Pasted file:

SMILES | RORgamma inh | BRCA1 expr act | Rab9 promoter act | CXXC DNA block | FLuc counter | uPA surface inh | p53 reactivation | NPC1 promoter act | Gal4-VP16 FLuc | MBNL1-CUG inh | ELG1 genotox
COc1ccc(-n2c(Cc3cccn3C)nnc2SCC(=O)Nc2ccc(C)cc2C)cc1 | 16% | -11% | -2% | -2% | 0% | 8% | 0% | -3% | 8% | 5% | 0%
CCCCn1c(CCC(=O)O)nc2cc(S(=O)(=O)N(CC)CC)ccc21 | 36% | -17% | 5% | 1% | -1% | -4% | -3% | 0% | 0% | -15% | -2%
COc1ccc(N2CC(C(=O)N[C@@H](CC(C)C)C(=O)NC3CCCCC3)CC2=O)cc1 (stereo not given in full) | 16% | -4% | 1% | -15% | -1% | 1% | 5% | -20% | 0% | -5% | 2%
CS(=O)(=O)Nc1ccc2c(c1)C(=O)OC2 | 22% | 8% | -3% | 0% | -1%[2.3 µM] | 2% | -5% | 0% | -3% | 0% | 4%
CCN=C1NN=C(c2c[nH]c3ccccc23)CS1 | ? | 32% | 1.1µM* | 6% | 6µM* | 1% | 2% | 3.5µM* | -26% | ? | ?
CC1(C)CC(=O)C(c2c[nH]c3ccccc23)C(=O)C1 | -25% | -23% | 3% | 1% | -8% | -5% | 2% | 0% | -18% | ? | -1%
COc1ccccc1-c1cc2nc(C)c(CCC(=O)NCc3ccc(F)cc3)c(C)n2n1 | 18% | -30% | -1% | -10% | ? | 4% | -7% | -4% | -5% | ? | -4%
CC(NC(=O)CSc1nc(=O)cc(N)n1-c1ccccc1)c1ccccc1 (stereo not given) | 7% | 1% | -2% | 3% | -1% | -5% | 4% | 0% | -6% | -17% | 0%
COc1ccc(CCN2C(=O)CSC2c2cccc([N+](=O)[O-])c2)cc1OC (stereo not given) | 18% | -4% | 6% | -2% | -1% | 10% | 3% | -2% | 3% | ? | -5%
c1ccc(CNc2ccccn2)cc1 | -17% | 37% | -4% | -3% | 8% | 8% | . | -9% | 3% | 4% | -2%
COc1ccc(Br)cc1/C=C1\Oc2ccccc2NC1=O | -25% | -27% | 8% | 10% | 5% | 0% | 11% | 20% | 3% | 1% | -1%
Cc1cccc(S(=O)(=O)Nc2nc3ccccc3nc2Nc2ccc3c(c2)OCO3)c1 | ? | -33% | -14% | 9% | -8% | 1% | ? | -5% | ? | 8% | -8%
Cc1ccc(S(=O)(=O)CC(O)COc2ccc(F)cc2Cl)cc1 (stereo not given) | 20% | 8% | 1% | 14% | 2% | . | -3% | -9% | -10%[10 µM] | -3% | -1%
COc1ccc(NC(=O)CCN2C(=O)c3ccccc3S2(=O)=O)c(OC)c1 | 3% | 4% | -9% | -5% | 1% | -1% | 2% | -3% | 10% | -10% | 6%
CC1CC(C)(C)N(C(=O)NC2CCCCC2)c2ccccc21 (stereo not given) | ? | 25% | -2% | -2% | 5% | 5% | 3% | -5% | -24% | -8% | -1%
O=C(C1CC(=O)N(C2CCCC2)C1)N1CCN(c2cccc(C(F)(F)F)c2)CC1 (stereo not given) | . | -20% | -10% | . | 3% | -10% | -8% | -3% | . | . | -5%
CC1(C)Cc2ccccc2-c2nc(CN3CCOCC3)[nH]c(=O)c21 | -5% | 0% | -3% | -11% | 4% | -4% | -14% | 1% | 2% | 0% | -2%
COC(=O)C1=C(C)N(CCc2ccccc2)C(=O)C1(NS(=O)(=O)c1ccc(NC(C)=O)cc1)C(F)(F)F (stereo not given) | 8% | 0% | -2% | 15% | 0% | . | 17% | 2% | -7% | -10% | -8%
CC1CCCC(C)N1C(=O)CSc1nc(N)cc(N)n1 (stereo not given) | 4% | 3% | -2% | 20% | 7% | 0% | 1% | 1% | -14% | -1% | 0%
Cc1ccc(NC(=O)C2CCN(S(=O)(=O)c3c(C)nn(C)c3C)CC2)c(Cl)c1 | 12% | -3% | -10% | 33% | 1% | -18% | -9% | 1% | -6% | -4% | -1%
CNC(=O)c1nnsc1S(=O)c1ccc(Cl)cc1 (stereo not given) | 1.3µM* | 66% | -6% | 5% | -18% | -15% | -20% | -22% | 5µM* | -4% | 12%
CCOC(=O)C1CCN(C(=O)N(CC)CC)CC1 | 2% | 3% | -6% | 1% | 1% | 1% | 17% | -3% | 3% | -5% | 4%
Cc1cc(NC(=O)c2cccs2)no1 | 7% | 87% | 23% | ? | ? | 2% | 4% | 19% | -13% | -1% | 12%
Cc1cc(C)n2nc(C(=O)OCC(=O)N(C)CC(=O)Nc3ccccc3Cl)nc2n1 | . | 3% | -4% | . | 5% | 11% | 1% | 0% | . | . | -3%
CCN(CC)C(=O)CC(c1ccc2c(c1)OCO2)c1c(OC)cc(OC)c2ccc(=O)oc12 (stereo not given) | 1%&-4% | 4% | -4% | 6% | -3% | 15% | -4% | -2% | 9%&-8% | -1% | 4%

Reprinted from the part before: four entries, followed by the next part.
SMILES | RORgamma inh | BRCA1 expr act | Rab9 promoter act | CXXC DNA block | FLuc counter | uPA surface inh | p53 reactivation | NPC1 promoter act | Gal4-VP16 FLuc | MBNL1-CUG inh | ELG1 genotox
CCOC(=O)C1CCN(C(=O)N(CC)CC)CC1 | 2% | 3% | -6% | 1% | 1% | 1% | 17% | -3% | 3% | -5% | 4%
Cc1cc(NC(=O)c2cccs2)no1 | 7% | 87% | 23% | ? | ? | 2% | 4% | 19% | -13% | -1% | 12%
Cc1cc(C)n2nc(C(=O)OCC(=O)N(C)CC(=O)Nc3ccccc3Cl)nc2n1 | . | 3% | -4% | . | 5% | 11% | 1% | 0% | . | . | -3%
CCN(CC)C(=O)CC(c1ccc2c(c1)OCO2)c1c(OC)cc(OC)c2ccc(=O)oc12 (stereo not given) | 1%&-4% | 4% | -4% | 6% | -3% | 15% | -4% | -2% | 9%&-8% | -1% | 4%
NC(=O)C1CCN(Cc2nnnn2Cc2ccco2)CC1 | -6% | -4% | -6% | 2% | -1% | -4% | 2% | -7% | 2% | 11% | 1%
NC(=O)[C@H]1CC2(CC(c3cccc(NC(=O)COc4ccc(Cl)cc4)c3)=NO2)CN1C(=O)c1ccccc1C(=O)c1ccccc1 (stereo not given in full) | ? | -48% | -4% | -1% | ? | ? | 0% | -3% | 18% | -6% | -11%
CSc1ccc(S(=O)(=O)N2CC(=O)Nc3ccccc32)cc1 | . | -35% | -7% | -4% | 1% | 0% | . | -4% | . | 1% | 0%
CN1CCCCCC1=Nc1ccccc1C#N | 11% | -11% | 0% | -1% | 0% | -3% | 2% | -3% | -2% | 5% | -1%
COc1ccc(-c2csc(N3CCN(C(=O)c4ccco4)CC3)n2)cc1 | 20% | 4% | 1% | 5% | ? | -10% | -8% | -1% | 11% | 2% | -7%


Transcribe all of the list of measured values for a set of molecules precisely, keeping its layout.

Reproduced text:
SMILES | RORgamma inh | BRCA1 expr act | Rab9 promoter act | CXXC DNA block | FLuc counter | uPA surface inh | p53 reactivation | NPC1 promoter act | Gal4-VP16 FLuc | MBNL1-CUG inh | ELG1 genotox
COc1ccc(-n2c(Cc3cccn3C)nnc2SCC(=O)Nc2ccc(C)cc2C)cc1 | 16% | -11% | -2% | -2% | 0% | 8% | 0% | -3% | 8% | 5% | 0%
CCCCn1c(CCC(=O)O)nc2cc(S(=O)(=O)N(CC)CC)ccc21 | 36% | -17% | 5% | 1% | -1% | -4% | -3% | 0% | 0% | -15% | -2%
COc1ccc(N2CC(C(=O)N[C@@H](CC(C)C)C(=O)NC3CCCCC3)CC2=O)cc1 (stereo not given in full) | 16% | -4% | 1% | -15% | -1% | 1% | 5% | -20% | 0% | -5% | 2%
CS(=O)(=O)Nc1ccc2c(c1)C(=O)OC2 | 22% | 8% | -3% | 0% | -1%[2.3 µM] | 2% | -5% | 0% | -3% | 0% | 4%
CCN=C1NN=C(c2c[nH]c3ccccc23)CS1 | ? | 32% | 1.1µM* | 6% | 6µM* | 1% | 2% | 3.5µM* | -26% | ? | ?
CC1(C)CC(=O)C(c2c[nH]c3ccccc23)C(=O)C1 | -25% | -23% | 3% | 1% | -8% | -5% | 2% | 0% | -18% | ? | -1%
COc1ccccc1-c1cc2nc(C)c(CCC(=O)NCc3ccc(F)cc3)c(C)n2n1 | 18% | -30% | -1% | -10% | ? | 4% | -7% | -4% | -5% | ? | -4%
CC(NC(=O)CSc1nc(=O)cc(N)n1-c1ccccc1)c1ccccc1 (stereo not given) | 7% | 1% | -2% | 3% | -1% | -5% | 4% | 0% | -6% | -17% | 0%
COc1ccc(CCN2C(=O)CSC2c2cccc([N+](=O)[O-])c2)cc1OC (stereo not given) | 18% | -4% | 6% | -2% | -1% | 10% | 3% | -2% | 3% | ? | -5%
c1ccc(CNc2ccccn2)cc1 | -17% | 37% | -4% | -3% | 8% | 8% | . | -9% | 3% | 4% | -2%
COc1ccc(Br)cc1/C=C1\Oc2ccccc2NC1=O | -25% | -27% | 8% | 10% | 5% | 0% | 11% | 20% | 3% | 1% | -1%
Cc1cccc(S(=O)(=O)Nc2nc3ccccc3nc2Nc2ccc3c(c2)OCO3)c1 | ? | -33% | -14% | 9% | -8% | 1% | ? | -5% | ? | 8% | -8%
Cc1ccc(S(=O)(=O)CC(O)COc2ccc(F)cc2Cl)cc1 (stereo not given) | 20% | 8% | 1% | 14% | 2% | . | -3% | -9% | -10%[10 µM] | -3% | -1%
COc1ccc(NC(=O)CCN2C(=O)c3ccccc3S2(=O)=O)c(OC)c1 | 3% | 4% | -9% | -5% | 1% | -1% | 2% | -3% | 10% | -10% | 6%
CC1CC(C)(C)N(C(=O)NC2CCCCC2)c2ccccc21 (stereo not given) | ? | 25% | -2% | -2% | 5% | 5% | 3% | -5% | -24% | -8% | -1%
O=C(C1CC(=O)N(C2CCCC2)C1)N1CCN(c2cccc(C(F)(F)F)c2)CC1 (stereo not given) | . | -20% | -10% | . | 3% | -10% | -8% | -3% | . | . | -5%
CC1(C)Cc2ccccc2-c2nc(CN3CCOCC3)[nH]c(=O)c21 | -5% | 0% | -3% | -11% | 4% | -4% | -14% | 1% | 2% | 0% | -2%
COC(=O)C1=C(C)N(CCc2ccccc2)C(=O)C1(NS(=O)(=O)c1ccc(NC(C)=O)cc1)C(F)(F)F (stereo not given) | 8% | 0% | -2% | 15% | 0% | . | 17% | 2% | -7% | -10% | -8%
CC1CCCC(C)N1C(=O)CSc1nc(N)cc(N)n1 (stereo not given) | 4% | 3% | -2% | 20% | 7% | 0% | 1% | 1% | -14% | -1% | 0%
Cc1ccc(NC(=O)C2CCN(S(=O)(=O)c3c(C)nn(C)c3C)CC2)c(Cl)c1 | 12% | -3% | -10% | 33% | 1% | -18% | -9% | 1% | -6% | -4% | -1%
CNC(=O)c1nnsc1S(=O)c1ccc(Cl)cc1 (stereo not given) | 1.3µM* | 66% | -6% | 5% | -18% | -15% | -20% | -22% | 5µM* | -4% | 12%
CCOC(=O)C1CCN(C(=O)N(CC)CC)CC1 | 2% | 3% | -6% | 1% | 1% | 1% | 17% | -3% | 3% | -5% | 4%
Cc1cc(NC(=O)c2cccs2)no1 | 7% | 87% | 23% | ? | ? | 2% | 4% | 19% | -13% | -1% | 12%
Cc1cc(C)n2nc(C(=O)OCC(=O)N(C)CC(=O)Nc3ccccc3Cl)nc2n1 | . | 3% | -4% | . | 5% | 11% | 1% | 0% | . | . | -3%
CCN(CC)C(=O)CC(c1ccc2c(c1)OCO2)c1c(OC)cc(OC)c2ccc(=O)oc12 (stereo not given) | 1%&-4% | 4% | -4% | 6% | -3% | 15% | -4% | -2% | 9%&-8% | -1% | 4%

Reprinted from the part before: four entries, followed by the next part.
SMILES | RORgamma inh | BRCA1 expr act | Rab9 promoter act | CXXC DNA block | FLuc counter | uPA surface inh | p53 reactivation | NPC1 promoter act | Gal4-VP16 FLuc | MBNL1-CUG inh | ELG1 genotox
CCOC(=O)C1CCN(C(=O)N(CC)CC)CC1 | 2% | 3% | -6% | 1% | 1% | 1% | 17% | -3% | 3% | -5% | 4%
Cc1cc(NC(=O)c2cccs2)no1 | 7% | 87% | 23% | ? | ? | 2% | 4% | 19% | -13% | -1% | 12%
Cc1cc(C)n2nc(C(=O)OCC(=O)N(C)CC(=O)Nc3ccccc3Cl)nc2n1 | . | 3% | -4% | . | 5% | 11% | 1% | 0% | . | . | -3%
CCN(CC)C(=O)CC(c1ccc2c(c1)OCO2)c1c(OC)cc(OC)c2ccc(=O)oc12 (stereo not given) | 1%&-4% | 4% | -4% | 6% | -3% | 15% | -4% | -2% | 9%&-8% | -1% | 4%
NC(=O)C1CCN(Cc2nnnn2Cc2ccco2)CC1 | -6% | -4% | -6% | 2% | -1% | -4% | 2% | -7% | 2% | 11% | 1%
NC(=O)[C@H]1CC2(CC(c3cccc(NC(=O)COc4ccc(Cl)cc4)c3)=NO2)CN1C(=O)c1ccccc1C(=O)c1ccccc1 (stereo not given in full) | ? | -48% | -4% | -1% | ? | ? | 0% | -3% | 18% | -6% | -11%
CSc1ccc(S(=O)(=O)N2CC(=O)Nc3ccccc32)cc1 | . | -35% | -7% | -4% | 1% | 0% | . | -4% | . | 1% | 0%
CN1CCCCCC1=Nc1ccccc1C#N | 11% | -11% | 0% | -1% | 0% | -3% | 2% | -3% | -2% | 5% | -1%
COc1ccc(-c2csc(N3CCN(C(=O)c4ccco4)CC3)n2)cc1 | 20% | 4% | 1% | 5% | ? | -10% | -8% | -1% | 11% | 2% | -7%